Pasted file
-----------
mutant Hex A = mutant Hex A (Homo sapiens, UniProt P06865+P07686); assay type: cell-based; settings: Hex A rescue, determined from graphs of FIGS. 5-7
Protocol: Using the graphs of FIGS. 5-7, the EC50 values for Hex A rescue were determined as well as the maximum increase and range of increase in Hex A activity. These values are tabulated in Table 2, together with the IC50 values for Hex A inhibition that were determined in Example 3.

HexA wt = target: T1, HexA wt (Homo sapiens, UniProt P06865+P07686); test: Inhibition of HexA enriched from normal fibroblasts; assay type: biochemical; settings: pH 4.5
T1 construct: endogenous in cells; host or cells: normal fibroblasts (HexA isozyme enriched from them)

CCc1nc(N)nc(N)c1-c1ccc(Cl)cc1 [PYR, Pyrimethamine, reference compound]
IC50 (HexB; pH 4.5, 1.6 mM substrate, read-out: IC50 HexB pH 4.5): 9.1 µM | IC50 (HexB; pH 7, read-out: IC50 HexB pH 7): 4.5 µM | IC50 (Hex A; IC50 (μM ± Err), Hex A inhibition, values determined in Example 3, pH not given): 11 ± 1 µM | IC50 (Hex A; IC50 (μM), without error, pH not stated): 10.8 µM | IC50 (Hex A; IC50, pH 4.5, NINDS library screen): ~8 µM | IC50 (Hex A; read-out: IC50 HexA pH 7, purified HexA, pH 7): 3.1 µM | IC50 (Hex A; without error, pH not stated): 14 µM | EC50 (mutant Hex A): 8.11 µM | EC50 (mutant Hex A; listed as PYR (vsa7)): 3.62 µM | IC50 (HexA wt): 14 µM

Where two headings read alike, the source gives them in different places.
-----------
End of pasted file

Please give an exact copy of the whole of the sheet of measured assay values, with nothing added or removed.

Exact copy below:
mutant Hex A = mutant Hex A (Homo sapiens, UniProt P06865+P07686); assay type: cell-based; settings: Hex A rescue, determined from graphs of FIGS. 5-7
Protocol: Using the graphs of FIGS. 5-7, the EC50 values for Hex A rescue were determined as well as the maximum increase and range of increase in Hex A activity. These values are tabulated in Table 2, together with the IC50 values for Hex A inhibition that were determined in Example 3.

HexA wt = target: T1, HexA wt (Homo sapiens, UniProt P06865+P07686); test: Inhibition of HexA enriched from normal fibroblasts; assay type: biochemical; settings: pH 4.5
T1 construct: endogenous in cells; host or cells: normal fibroblasts (HexA isozyme enriched from them)

CCc1nc(N)nc(N)c1-c1ccc(Cl)cc1 [PYR, Pyrimethamine, reference compound]
IC50 (HexB; pH 4.5, 1.6 mM substrate, read-out: IC50 HexB pH 4.5): 9.1 µM | IC50 (HexB; pH 7, read-out: IC50 HexB pH 7): 4.5 µM | IC50 (Hex A; IC50 (μM ± Err), Hex A inhibition, values determined in Example 3, pH not given): 11 ± 1 µM | IC50 (Hex A; IC50 (μM), without error, pH not stated): 10.8 µM | IC50 (Hex A; IC50, pH 4.5, NINDS library screen): ~8 µM | IC50 (Hex A; read-out: IC50 HexA pH 7, purified HexA, pH 7): 3.1 µM | IC50 (Hex A; without error, pH not stated): 14 µM | EC50 (mutant Hex A): 8.11 µM | EC50 (mutant Hex A; listed as PYR (vsa7)): 3.62 µM | IC50 (HexA wt): 14 µM

Where two headings read alike, the source gives them in different places.